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Cetco Contracting Services Company v. Cumberland County Improvement Authority

May 17, 2011

CETCO CONTRACTING SERVICES COMPANY, PLAINTIFF-RESPONDENT,
v.
CUMBERLAND COUNTY IMPROVEMENT AUTHORITY, DEFENDANT-RESPONDENT, AND R.E. PIERSON CONSTRUCTION CO., INC., DEFENDANT-APPELLANT, AND ATLANTIC LINING CO., INC., DEFENDANT/INTERVENOR-RESPONDENT.



On appeal from the Superior Court of New Jersey, Law Division, Cumberland County, Docket No. L-58-10.

Per curiam.

NOT FOR PUBLICATION WITHOUT THE APPROVAL OF THE APPELLATE DIVISION

Submitted April 12, 2011

Before Judges Yannotti, Espinosa and Skillman.

Defendant R.E. Pierson Construction Company, Inc. (Pierson) appeals from an order entered by the Law Division on June 4, 2010, which denied its motion for summary judgment and granted a cross-motion by defendant Cumberland County Improvement Authority (Authority) to uphold its decision to reject all bids submitted on a contract for improvements to its solid waste facility. We affirm.

I.

In September 2009, the Authority issued a public advertisement for bids on a contract for the Phase VI Lateral Cell Expansion at its Solid Waste Complex. In the instructions to bidders, the Authority stated that all general contractors and any subcontractor hired by such an entity would be required to complete a Contractor Responsibility Certification (CRC). In the CRC, each contractor would be required to verify, among other things, that it had a satisfactory record of past contract performance and law compliance "that demonstrates a solid history of both technical competency and business integrity sufficient to justify receiving" the contract.

The bidding instructions indicated that a contractor's failure to submit or complete the CRC would render it "ineligible for the prospective contract." Furthermore, a contractor's submission of false or misleading information in the CRC would "render the firm ineligible to perform work for the Authority and/or shall be considered a material breach of any contract entered and entitle the Authority to all applicable remedies available at law or in equity."

The Authority opened the bids on October 20, 2009. Pierson submitted the lowest bid, in the amount of $14,389,889, and CETCO Contracting Services Company (CETCO) submitted the next lowest bid, in the amount of $14,729,200. On November 24, 2009, the Authority adopted Resolution No. 2009-112, which awarded the contract to Pierson "in accordance with the specifications" and its bid. On December 2, 2009, the Authority provided Pierson with three copies of the construction contract for execution.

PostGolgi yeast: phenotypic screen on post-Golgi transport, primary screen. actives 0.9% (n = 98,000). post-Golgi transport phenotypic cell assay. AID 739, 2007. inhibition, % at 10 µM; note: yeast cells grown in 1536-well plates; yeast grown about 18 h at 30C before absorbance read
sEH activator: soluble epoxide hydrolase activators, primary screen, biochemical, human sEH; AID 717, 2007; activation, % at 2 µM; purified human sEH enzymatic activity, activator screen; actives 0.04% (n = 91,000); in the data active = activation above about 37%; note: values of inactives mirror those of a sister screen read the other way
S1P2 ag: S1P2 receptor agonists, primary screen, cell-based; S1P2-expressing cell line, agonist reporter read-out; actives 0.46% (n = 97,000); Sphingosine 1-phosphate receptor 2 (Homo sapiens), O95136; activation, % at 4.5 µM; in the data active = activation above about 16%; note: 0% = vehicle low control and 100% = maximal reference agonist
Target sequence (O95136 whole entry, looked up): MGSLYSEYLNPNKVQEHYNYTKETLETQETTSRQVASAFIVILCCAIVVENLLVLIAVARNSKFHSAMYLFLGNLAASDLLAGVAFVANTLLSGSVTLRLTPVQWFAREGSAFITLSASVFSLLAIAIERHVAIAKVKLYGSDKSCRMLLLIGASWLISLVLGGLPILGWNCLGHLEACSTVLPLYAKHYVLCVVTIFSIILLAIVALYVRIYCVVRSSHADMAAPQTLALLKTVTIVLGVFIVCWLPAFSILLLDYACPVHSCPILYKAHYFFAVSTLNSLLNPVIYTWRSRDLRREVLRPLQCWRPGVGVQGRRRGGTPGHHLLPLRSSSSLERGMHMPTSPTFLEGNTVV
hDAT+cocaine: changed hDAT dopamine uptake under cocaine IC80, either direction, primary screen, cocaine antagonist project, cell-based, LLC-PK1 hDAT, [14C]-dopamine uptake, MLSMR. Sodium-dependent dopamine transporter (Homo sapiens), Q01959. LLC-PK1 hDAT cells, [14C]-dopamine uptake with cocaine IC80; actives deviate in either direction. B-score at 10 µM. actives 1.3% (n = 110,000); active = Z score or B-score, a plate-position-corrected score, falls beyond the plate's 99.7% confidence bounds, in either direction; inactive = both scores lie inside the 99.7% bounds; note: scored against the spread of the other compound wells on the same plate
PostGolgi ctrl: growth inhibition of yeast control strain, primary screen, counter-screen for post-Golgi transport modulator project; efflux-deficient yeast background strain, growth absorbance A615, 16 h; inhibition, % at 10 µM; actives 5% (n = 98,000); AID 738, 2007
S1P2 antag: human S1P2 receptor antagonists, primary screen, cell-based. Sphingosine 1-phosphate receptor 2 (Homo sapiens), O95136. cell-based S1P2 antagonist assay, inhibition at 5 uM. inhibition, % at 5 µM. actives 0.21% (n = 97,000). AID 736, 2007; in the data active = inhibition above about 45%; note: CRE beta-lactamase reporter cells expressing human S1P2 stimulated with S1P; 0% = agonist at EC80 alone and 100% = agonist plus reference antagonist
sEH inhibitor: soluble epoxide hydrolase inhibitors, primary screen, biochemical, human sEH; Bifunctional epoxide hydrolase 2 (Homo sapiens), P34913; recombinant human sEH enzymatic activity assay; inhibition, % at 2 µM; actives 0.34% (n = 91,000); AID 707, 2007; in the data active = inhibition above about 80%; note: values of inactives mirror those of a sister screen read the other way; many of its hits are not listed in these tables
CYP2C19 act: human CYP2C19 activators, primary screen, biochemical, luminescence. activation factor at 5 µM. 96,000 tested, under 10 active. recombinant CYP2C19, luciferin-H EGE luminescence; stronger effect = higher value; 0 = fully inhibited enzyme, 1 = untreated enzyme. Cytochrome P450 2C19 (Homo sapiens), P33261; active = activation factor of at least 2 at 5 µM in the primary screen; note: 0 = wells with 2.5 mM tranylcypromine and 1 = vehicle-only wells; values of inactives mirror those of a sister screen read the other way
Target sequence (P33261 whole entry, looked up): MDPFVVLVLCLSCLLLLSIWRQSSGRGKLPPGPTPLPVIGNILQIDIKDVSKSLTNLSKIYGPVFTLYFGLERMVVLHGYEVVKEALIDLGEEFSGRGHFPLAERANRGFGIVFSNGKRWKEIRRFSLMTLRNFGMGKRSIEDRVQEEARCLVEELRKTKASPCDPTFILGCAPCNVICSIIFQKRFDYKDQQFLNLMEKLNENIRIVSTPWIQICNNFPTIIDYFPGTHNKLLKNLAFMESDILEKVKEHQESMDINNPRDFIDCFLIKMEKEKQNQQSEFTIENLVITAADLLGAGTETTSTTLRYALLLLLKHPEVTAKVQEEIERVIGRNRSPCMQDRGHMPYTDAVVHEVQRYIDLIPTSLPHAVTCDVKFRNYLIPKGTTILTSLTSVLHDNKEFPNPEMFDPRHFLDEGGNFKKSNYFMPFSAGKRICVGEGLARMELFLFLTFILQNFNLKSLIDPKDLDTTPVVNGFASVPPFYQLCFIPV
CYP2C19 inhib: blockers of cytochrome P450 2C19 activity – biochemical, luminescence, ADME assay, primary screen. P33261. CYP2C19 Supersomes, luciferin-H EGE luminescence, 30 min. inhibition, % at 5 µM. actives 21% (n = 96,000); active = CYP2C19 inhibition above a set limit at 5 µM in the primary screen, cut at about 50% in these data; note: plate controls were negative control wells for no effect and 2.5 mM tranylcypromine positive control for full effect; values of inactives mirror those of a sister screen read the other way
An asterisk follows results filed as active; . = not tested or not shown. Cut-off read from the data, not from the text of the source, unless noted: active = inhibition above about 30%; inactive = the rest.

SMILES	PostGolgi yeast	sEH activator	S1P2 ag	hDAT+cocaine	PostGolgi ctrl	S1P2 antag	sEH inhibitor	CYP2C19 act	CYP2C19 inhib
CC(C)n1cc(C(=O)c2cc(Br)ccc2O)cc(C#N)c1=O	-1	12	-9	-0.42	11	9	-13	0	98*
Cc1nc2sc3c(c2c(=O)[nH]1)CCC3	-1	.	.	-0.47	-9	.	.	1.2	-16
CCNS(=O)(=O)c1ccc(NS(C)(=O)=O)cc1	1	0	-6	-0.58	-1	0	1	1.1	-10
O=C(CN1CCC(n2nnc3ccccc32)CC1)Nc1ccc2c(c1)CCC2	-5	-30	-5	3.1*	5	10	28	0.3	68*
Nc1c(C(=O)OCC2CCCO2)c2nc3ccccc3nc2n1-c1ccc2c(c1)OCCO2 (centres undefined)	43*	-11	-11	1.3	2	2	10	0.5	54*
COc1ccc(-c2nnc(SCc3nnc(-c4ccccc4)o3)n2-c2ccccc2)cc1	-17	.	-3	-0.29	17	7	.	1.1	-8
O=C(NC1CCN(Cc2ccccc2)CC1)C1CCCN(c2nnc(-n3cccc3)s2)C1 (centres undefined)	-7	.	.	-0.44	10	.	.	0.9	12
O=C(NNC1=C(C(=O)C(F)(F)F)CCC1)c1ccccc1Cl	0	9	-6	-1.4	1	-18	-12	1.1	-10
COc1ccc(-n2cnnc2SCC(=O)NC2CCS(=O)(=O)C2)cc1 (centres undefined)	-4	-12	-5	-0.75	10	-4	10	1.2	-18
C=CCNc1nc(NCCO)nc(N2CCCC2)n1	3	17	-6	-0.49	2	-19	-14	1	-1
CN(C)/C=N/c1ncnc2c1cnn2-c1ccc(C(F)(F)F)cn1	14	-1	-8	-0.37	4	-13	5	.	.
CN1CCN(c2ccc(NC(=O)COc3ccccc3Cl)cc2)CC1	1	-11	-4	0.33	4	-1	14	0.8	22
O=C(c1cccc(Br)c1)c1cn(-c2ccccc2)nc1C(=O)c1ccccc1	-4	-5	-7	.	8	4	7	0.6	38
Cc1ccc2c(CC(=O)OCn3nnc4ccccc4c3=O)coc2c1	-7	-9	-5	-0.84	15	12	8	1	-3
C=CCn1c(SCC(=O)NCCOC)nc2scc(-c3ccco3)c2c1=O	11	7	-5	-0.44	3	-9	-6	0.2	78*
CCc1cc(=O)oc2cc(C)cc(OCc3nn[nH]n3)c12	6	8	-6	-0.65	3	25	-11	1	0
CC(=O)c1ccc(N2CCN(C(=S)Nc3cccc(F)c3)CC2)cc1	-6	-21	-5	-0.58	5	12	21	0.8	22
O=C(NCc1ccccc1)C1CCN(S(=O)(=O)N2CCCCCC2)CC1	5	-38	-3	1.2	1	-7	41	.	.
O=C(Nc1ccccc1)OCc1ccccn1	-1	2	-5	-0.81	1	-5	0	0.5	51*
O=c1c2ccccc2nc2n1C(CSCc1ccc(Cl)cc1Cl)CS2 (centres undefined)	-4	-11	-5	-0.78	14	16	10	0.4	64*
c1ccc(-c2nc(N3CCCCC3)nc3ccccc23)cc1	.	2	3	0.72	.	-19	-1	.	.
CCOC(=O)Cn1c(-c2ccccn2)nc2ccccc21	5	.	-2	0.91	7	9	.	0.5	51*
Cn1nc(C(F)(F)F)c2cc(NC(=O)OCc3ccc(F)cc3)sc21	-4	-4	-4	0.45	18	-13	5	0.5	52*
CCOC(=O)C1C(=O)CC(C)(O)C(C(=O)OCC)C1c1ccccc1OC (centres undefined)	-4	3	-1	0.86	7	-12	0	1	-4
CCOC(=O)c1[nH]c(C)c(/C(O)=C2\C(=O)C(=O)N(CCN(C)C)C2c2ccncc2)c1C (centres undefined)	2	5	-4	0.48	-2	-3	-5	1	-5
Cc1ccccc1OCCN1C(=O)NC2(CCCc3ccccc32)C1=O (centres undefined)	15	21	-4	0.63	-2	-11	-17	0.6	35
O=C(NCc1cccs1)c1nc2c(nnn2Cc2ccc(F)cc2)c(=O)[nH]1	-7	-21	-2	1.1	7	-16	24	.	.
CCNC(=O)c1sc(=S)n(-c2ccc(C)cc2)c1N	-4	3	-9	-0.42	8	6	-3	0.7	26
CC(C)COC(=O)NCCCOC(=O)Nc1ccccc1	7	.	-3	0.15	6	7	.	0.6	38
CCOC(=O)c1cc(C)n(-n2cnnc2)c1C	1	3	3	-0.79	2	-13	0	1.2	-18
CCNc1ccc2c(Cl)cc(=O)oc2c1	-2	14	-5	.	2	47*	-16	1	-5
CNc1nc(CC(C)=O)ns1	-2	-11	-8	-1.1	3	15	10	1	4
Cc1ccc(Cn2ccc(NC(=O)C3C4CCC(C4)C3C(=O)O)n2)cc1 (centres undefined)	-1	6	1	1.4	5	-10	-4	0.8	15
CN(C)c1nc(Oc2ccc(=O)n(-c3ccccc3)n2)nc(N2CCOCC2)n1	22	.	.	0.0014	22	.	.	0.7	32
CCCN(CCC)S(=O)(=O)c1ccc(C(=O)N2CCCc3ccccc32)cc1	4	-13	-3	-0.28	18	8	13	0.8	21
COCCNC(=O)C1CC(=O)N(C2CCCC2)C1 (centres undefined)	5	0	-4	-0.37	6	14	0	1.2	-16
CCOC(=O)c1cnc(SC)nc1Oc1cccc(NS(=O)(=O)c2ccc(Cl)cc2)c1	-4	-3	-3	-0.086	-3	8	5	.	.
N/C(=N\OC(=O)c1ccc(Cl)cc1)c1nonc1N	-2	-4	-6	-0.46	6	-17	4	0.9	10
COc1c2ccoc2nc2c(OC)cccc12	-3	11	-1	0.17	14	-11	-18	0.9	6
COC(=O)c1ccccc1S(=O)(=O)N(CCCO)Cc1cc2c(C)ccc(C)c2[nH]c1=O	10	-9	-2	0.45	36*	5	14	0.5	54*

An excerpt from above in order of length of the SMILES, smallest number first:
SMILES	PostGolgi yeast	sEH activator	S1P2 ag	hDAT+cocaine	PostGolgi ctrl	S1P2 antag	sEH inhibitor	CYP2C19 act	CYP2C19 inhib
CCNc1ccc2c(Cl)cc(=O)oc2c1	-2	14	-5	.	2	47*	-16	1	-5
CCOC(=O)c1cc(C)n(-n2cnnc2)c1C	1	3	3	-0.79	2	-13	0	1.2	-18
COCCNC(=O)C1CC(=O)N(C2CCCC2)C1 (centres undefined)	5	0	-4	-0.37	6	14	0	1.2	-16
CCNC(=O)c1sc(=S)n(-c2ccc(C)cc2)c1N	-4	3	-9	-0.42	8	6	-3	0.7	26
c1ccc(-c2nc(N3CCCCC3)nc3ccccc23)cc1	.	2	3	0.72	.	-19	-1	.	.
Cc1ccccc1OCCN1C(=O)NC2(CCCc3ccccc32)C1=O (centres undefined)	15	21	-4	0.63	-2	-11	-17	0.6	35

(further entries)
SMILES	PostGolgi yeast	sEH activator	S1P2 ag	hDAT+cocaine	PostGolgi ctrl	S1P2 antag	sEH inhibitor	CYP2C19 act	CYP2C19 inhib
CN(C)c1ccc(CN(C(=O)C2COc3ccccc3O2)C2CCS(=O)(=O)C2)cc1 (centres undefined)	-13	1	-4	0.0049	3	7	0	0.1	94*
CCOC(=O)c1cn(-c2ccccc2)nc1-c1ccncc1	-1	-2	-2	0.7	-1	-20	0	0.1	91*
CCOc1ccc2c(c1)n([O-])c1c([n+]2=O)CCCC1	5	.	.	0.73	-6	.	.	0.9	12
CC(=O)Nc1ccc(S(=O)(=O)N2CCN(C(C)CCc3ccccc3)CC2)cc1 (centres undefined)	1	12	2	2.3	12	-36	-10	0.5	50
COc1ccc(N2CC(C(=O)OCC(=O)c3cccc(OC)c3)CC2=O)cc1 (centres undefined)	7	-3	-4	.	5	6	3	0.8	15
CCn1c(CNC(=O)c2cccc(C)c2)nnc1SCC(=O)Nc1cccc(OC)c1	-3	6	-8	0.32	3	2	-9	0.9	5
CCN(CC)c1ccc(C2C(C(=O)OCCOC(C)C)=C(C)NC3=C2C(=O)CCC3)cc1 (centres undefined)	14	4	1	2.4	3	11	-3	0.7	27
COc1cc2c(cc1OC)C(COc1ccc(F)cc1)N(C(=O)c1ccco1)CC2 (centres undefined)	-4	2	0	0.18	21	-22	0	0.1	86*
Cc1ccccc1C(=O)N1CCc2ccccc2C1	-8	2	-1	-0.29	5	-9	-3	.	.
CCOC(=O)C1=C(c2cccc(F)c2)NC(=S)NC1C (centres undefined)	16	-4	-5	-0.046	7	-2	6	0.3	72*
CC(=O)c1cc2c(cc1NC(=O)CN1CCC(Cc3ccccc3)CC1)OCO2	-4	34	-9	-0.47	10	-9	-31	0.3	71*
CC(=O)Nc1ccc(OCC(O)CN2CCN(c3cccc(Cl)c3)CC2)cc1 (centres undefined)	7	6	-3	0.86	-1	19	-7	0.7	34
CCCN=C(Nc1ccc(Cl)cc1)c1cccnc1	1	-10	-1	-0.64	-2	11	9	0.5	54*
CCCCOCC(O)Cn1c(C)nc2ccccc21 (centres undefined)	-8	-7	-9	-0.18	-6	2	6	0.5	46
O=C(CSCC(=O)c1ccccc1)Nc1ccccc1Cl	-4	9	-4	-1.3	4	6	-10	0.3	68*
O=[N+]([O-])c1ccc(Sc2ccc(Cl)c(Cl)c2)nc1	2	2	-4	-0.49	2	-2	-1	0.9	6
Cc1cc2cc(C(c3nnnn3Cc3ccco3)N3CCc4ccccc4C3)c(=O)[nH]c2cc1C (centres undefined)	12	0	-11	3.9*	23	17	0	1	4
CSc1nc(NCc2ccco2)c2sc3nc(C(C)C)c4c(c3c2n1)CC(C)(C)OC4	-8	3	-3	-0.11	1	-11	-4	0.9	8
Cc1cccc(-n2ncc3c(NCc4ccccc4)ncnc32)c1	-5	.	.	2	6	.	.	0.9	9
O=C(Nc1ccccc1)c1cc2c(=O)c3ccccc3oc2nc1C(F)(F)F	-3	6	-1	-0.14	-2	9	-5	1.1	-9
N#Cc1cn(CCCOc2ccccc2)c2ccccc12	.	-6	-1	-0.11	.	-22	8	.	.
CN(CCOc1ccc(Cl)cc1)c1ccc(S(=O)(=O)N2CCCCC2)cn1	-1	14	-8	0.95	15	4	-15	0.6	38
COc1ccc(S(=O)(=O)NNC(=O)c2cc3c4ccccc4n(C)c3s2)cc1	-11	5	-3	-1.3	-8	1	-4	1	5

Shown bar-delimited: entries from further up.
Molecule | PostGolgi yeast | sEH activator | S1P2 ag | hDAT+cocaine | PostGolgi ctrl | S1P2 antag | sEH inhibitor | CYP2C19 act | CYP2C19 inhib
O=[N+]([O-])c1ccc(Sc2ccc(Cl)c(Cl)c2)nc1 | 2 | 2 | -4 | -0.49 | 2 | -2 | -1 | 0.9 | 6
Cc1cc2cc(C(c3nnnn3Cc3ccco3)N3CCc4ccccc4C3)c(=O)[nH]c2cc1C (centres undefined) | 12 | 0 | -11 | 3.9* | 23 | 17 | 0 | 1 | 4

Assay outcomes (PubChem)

By letter dated December 8, 2009, CETCO wrote to the Authority and asked whether Pierson had identified Atlantic Lining Co., Inc. (Atlantic) in its bid as a subcontractor for the project and, if so, whether Pierson had submitted a CRC for Atlantic. CETCO informed the Authority that Atlantic's owner, Francis M. Taylor (Taylor), had previously pled guilty to federal tax fraud charges. Pierson returned the signed contracts to the Authority on December 22, 2009. The Authority then informed Pierson that it was required to submit completed CRCs for each of its subcontractors. Pierson submitted CRCs for Atlantic and its other subcontractors on January 15, 2010.

On that same date, CETCO filed a verified complaint in this matter and sought the issuance of an order to show cause with temporary restraints enjoining the Authority from proceeding with the contract. CETCO was apparently unaware that Pierson had provided the Authority with a CRC for Atlantic. CETCO alleged that the CRC had not been submitted. It also alleged that Atlantic could not submit a valid CRC because Taylor had been previously convicted of federal tax fraud "arising from and/or relating to public construction work[.]" CETCO claimed that Atlantic was not eligible to perform work on the project.

The trial court entered an order temporarily enjoining the Authority's award of the contract to Pierson pending further order of the court. The order also required the Authority and Pierson to show cause why a preliminary injunction should not be entered restraining the Authority from proceeding with the contract or, alternatively, enjoining Pierson from using Atlantic as a subcontractor on the project.

On February 2, 2010, the Authority held a meeting, and adopted a resolution pursuant to the Open Public Meetings Act (OPMA), N.J.S.A. 10:4-12(b), excluding the public from its discussion of the matters pertaining to "personnel, litigation and/or contractual negotiations." The Authority then adopted another resolution stating that all bids would be rejected, the project would be re-evaluated and new bids would be sought.

In the resolution, the Authority noted that previously it had passed a resolution stating that Pierson was the lowest responsible bidder on the contract and authorizing the execution of a contract with Pierson. The Authority noted, however, that CETCO had filed an action in the Law ...


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